Roche-backed researchers find a way to lure back immune system from cancer’s grasp

Cancer cells have a nasty capacity to steer the body’s immune system to actually help them grow, stopping a key defense against cancer development--but researchers have now found a way to recruit the immune system back to its native side.

Writing in the journal Natural Cell Biology, researchers from École Polytechnique Federale de Lausanne (EPFL) say they have now found a way to reclaim the corrupted immune cells, turn them into signals for the immune system to attack the tumor, and even prevent cancer spreading.

The Roche ($RHHBY)-partnered study used a very early-stage bioinformatics approach to show how macrophages--cells of the immune system that protect the host from invading pathogens--can be brought back into the fight against cancer after being "hijacked" by tumors, where they are made to support their malignant growth and spread.

EPFL scientists, working with colleagues at the Roche Innovation Centers in Munich and Basel, have now identified a molecular "switch" that can convert the hijacked macrophages into cells that can stimulate the immune system to fight tumors.

When a tumor begins to develop, macrophages attempt to block its growth. But often tumors hijack them and convert them into what are known as "tumor-associated macrophages," or TAMs.

Now corrupted, TAMs use their microRNAs to shield the tumor from the patient's immune system, helping it grow and metastasize. This phenomenon is common across many tumor types. It is one of the major obstacles in treating cancer, and often leads to a poor prognosis for the patient.

Michele De Palma's team at EPFL found how to reclaim TAMs. The researchers genetically modified TAMs to remove their ability to produce microRNAs. As a result, the TAMs were reprogrammed. Instead of protecting the tumor, the TAMs now signaled the presence of the tumor to the immune system, triggering attacks against it.

Using a bioinformatics approach, the researchers found that the most likely culprit was a small family of microRNAs, called Let-7. This offers a more specific target: Blocking Let-7 microRNAs may help instruct the TAMs to stimulate anti-tumor immunity.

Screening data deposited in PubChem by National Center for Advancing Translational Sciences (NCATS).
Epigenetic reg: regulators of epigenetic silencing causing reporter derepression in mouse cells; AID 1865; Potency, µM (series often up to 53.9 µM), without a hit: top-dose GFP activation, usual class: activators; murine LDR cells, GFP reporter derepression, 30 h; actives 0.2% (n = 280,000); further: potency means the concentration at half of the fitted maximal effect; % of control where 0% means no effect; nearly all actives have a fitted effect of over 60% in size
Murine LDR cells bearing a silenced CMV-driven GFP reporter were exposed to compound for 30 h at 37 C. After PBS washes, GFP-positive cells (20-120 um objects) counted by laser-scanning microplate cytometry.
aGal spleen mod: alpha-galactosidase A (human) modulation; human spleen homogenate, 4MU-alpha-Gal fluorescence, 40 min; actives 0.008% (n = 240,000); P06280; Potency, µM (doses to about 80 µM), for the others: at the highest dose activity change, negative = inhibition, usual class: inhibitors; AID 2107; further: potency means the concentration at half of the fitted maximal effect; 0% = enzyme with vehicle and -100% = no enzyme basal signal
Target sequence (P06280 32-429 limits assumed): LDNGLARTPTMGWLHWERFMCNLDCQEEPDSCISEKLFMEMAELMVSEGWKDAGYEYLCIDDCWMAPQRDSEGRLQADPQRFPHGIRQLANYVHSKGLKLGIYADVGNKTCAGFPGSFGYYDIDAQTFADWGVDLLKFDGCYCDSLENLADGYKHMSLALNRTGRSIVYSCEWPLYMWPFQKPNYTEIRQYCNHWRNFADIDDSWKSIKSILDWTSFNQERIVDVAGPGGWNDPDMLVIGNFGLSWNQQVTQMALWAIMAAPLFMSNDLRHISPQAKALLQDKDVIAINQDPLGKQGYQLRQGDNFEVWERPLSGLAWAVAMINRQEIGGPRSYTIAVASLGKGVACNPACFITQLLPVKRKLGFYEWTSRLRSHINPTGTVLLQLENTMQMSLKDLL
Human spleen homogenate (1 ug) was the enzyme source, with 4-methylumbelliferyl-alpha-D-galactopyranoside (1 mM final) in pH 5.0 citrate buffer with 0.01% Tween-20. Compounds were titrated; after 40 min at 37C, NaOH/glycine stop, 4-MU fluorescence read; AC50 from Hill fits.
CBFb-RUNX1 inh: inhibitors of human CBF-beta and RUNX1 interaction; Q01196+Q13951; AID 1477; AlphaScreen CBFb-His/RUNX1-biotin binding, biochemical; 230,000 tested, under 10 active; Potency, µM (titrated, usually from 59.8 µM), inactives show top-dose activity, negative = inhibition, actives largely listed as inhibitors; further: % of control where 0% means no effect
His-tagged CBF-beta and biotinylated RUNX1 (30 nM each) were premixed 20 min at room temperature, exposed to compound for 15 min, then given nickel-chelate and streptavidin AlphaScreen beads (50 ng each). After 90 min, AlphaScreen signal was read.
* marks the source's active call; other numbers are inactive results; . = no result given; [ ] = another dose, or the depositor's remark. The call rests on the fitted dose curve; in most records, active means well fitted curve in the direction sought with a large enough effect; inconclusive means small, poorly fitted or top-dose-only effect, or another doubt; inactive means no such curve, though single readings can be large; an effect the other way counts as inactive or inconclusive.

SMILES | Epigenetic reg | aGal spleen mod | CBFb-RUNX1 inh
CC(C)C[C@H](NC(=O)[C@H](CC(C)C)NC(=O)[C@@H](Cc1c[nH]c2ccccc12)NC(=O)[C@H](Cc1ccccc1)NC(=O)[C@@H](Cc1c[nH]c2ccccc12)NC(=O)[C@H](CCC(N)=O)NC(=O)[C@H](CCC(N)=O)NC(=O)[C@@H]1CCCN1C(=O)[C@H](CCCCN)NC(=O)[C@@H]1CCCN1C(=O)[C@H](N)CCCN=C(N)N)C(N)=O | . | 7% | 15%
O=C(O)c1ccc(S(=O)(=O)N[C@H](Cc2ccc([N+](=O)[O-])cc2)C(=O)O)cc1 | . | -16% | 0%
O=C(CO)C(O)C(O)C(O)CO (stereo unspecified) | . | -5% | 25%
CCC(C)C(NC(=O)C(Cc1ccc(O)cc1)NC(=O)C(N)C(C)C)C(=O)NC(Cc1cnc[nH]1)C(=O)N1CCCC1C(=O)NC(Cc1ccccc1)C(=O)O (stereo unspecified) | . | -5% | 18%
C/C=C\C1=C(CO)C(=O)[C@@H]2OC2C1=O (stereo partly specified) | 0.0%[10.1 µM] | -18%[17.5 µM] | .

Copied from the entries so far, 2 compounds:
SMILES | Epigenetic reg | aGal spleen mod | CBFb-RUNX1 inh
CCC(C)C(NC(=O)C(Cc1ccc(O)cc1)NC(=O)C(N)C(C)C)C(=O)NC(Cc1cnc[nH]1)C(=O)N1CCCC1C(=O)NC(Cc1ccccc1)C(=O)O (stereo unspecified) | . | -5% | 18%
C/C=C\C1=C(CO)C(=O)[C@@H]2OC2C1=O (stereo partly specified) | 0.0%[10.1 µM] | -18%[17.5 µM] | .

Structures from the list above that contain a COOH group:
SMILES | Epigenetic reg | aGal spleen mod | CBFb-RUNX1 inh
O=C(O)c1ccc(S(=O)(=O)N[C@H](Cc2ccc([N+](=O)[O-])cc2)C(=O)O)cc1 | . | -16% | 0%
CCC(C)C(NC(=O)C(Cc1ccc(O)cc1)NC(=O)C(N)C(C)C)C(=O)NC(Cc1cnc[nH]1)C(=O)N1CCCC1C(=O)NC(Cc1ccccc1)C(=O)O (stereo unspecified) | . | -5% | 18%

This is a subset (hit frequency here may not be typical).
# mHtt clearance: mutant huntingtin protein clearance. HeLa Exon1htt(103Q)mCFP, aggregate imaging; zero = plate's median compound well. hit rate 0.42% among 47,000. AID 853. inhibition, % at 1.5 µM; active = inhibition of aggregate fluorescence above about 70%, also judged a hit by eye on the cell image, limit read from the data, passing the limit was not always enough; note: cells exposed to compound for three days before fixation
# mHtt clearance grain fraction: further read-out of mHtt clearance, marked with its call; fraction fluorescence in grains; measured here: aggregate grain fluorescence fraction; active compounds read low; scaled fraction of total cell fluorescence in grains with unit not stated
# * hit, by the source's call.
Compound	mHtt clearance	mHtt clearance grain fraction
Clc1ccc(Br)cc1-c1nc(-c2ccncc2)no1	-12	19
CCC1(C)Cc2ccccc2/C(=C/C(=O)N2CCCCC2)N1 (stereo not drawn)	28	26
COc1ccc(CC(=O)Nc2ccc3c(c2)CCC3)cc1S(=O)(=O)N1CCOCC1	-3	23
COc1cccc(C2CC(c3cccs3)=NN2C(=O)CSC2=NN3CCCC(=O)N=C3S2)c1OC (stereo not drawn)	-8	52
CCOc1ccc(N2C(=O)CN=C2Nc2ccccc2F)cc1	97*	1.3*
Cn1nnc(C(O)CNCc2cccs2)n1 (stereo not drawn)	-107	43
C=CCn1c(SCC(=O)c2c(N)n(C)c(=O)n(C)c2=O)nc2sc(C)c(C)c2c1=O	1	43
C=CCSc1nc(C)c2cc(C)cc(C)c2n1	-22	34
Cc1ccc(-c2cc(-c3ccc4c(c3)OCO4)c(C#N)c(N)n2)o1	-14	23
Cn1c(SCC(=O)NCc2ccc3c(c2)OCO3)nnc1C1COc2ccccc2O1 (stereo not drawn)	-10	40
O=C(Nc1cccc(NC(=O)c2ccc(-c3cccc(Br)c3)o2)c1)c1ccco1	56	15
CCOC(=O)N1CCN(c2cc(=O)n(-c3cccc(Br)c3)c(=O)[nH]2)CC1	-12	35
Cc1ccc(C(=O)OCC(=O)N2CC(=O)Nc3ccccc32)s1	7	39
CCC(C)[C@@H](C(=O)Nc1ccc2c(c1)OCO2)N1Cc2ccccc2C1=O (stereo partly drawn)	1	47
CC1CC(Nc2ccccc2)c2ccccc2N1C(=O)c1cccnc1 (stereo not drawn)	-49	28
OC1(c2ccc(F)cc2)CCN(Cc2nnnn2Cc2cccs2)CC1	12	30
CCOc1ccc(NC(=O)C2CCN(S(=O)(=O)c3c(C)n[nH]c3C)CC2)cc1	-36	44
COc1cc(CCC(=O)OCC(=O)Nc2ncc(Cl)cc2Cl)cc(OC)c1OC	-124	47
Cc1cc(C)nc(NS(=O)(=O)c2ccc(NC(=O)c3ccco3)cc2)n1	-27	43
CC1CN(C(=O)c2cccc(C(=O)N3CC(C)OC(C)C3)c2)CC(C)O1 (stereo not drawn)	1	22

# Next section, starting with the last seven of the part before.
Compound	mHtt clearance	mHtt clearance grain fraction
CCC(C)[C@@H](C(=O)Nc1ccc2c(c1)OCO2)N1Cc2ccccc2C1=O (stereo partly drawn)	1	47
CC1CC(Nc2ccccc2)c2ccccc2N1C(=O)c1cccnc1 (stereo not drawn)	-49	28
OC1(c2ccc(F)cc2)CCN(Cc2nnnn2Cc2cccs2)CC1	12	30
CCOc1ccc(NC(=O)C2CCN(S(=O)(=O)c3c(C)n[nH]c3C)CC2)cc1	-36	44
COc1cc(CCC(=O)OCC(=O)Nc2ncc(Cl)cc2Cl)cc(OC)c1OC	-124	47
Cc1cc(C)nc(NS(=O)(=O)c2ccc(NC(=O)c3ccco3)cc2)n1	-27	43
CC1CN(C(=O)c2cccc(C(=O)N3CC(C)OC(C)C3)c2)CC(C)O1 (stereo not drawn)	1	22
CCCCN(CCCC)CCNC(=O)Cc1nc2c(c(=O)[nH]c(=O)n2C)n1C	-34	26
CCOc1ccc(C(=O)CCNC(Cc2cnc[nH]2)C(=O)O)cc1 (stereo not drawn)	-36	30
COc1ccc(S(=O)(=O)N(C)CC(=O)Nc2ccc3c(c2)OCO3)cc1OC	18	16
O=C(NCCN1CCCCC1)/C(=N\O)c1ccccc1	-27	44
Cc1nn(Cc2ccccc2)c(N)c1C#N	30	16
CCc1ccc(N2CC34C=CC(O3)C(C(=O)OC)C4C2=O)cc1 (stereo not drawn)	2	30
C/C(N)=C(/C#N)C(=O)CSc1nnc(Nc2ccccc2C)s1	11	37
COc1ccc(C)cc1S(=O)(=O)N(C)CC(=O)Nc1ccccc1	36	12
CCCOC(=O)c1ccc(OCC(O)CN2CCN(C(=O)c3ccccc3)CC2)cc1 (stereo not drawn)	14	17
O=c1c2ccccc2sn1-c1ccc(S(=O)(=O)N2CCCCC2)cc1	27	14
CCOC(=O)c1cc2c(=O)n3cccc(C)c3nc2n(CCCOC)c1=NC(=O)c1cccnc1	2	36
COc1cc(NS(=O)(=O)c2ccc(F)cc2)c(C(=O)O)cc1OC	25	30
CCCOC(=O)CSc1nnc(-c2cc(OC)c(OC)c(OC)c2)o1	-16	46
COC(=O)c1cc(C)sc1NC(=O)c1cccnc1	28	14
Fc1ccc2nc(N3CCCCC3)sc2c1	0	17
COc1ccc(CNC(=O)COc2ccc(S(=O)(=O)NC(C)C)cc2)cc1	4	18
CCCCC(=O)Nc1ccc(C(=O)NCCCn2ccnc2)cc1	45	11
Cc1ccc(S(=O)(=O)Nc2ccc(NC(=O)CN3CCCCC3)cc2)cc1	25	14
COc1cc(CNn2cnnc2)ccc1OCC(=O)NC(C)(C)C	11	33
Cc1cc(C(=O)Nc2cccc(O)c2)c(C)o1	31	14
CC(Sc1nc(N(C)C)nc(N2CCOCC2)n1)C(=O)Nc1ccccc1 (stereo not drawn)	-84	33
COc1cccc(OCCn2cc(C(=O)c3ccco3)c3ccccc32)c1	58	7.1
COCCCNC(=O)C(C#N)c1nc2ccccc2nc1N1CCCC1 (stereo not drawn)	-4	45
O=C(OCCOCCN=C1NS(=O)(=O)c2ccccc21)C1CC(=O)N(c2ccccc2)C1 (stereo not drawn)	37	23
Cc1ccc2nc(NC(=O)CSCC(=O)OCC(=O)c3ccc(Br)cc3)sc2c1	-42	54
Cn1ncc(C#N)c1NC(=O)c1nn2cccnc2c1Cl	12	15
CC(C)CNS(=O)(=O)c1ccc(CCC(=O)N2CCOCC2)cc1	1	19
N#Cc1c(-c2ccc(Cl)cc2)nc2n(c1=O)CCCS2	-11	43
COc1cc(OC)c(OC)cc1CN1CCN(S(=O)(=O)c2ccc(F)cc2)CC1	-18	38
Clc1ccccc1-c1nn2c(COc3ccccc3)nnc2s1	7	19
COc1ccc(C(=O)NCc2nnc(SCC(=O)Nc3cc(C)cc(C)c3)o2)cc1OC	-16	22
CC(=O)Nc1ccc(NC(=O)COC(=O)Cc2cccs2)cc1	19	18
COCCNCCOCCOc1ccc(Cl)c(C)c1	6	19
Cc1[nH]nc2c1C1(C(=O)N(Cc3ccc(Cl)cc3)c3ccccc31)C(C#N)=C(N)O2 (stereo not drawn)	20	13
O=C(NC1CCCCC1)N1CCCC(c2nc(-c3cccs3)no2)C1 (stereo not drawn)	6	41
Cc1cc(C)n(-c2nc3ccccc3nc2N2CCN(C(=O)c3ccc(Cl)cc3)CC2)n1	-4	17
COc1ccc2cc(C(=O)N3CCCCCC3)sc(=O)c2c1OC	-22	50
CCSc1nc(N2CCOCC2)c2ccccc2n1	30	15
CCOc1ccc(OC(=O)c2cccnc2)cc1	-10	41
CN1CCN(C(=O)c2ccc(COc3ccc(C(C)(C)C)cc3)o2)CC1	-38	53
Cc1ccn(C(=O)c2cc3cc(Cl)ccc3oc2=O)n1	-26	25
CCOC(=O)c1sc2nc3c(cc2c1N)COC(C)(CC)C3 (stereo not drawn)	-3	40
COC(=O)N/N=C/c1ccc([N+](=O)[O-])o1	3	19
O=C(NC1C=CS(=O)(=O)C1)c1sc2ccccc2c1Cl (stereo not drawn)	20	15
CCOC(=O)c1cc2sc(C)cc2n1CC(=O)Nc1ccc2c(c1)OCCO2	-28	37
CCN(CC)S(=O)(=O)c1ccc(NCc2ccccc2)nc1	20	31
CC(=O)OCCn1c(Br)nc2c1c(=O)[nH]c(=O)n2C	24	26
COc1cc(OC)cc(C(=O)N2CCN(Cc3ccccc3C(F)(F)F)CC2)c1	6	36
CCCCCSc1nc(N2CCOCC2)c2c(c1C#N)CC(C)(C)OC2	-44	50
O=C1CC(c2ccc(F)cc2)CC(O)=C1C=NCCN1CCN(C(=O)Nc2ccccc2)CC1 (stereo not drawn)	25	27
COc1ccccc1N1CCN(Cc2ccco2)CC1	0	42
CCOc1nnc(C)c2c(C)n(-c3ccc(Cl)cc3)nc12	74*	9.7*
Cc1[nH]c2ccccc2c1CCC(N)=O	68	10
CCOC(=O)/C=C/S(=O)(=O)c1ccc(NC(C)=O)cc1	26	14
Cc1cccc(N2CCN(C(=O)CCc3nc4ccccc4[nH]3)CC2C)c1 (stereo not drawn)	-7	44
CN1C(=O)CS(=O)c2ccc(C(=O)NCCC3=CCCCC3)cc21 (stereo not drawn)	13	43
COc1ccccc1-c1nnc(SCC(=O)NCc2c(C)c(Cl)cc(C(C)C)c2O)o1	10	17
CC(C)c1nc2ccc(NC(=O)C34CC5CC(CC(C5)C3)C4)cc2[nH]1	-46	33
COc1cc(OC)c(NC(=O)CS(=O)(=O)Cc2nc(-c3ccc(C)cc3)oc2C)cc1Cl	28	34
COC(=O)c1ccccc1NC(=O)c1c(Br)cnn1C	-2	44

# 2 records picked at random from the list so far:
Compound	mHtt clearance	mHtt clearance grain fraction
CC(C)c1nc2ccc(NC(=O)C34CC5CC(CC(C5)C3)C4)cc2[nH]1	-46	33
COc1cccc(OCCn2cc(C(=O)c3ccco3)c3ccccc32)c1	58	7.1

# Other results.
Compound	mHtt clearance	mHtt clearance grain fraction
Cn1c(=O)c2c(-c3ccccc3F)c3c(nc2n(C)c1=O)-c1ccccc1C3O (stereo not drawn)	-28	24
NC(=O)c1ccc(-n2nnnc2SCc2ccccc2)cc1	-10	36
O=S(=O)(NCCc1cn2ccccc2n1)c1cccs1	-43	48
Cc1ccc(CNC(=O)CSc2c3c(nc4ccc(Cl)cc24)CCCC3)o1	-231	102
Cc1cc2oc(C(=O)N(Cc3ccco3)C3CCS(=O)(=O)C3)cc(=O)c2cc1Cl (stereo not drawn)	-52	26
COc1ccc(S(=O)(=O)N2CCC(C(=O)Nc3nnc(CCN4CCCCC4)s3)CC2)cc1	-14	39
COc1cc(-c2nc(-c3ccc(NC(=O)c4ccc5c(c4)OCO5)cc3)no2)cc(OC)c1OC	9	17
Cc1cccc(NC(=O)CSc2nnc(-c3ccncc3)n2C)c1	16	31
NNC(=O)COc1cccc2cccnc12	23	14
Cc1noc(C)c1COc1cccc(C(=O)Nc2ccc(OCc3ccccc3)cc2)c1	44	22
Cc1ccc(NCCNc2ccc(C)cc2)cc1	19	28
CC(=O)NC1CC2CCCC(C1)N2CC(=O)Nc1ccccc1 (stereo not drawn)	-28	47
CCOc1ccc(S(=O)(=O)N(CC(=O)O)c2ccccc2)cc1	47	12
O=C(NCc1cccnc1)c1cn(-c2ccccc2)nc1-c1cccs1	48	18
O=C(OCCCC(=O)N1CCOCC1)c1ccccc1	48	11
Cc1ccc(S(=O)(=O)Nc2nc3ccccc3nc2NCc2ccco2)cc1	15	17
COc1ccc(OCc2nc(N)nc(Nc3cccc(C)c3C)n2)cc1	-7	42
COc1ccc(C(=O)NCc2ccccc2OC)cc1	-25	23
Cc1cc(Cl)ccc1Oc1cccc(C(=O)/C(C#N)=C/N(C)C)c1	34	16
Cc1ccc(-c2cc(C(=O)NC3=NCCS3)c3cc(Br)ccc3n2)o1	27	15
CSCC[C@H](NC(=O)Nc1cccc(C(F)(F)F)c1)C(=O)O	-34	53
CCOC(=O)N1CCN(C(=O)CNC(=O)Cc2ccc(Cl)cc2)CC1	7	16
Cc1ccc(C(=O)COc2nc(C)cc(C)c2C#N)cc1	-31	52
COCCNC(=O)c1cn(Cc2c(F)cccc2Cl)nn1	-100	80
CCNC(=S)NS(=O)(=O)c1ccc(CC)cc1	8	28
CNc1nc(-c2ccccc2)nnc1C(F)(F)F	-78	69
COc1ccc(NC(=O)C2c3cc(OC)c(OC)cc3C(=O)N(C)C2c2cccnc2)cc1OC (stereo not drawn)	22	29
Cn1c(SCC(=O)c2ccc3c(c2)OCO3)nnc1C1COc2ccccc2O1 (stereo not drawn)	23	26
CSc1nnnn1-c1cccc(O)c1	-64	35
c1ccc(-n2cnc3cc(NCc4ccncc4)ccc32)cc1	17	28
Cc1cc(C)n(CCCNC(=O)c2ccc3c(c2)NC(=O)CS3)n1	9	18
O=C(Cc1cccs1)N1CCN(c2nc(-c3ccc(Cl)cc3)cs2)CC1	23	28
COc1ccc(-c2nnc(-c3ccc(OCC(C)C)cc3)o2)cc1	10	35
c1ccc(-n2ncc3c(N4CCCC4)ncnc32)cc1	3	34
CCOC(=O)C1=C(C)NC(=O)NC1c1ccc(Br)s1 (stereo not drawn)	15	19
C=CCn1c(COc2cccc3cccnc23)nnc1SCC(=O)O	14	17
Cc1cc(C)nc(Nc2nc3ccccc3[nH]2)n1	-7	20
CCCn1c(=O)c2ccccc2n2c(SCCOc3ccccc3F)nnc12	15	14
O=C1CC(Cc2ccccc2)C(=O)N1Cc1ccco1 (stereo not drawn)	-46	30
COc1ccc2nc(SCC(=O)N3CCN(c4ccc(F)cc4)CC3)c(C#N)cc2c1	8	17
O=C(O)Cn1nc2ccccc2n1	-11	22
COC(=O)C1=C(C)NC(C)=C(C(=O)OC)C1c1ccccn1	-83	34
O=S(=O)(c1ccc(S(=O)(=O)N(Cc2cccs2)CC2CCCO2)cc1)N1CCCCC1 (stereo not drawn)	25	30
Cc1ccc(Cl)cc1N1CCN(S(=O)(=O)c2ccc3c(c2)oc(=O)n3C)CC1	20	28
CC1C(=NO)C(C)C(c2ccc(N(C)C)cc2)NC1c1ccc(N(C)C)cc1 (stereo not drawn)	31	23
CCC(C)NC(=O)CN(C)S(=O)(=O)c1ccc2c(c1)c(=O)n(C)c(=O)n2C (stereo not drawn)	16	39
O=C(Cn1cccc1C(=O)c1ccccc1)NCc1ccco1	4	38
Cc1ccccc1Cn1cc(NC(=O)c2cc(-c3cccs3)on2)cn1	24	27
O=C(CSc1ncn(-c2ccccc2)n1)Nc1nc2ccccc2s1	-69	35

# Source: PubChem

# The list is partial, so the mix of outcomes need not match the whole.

The researchers observed that reprogramming TAMs also stops cancer cells from leaving the primary tumor. This could mean that the approach can also prevent tumor metastasis, the authors said.

Moreover, the researchers found that the re-educated TAMs could enhance the anti-tumoral efficacy of certain cancer immunotherapies--some of which are already approved for patients.

However, the authors note that much more work is needed to translate all these findings to actual therapies--especially since there is currently no way to block the Let-7 microRNAs selectively in TAMs. But De Palma's lab is now working with bioengineers at EPFL to design drugs that can target the Let-7 microRNAs specifically in the TAMs.

Some of the most recent promising cancer treatments are immunotherapies, which are based on provoking or enhancing the patient's immune response against their tumor, with Bristol-Myers Squibb ($BMY) and Merck ($MRK) currently leading this new field with their checkpoint inhibitors Opdivo and Keytruda, respectively. Roche also recently became the third company to gain approval for its checkpoint inhibitor Tecentriq for a type of bladder cancer.

“The most exciting finding was that TAM reprogramming greatly improved the efficacy of immunotherapy,” says Michele De Palma. “Our results in experimental models of cancer suggest a new therapeutic strategy based on inhibiting the microRNA machinery--or the Let-7 microRNAs--specifically in the TAMs, which may unleash the power of mainstream immunotherapies, such as immune checkpoint inhibitors.”

The study involved a collaboration of EPFL's Swiss Institute for Experimental Cancer Research with the Roche Centers for Innovation at Basel and Munich and was funded by the Swiss National Science Foundation, the Fondation pour la lutte contre le cancer, the Swiss Federal Commission for Scholarships for Foreign Students and Roche.

- check out the paper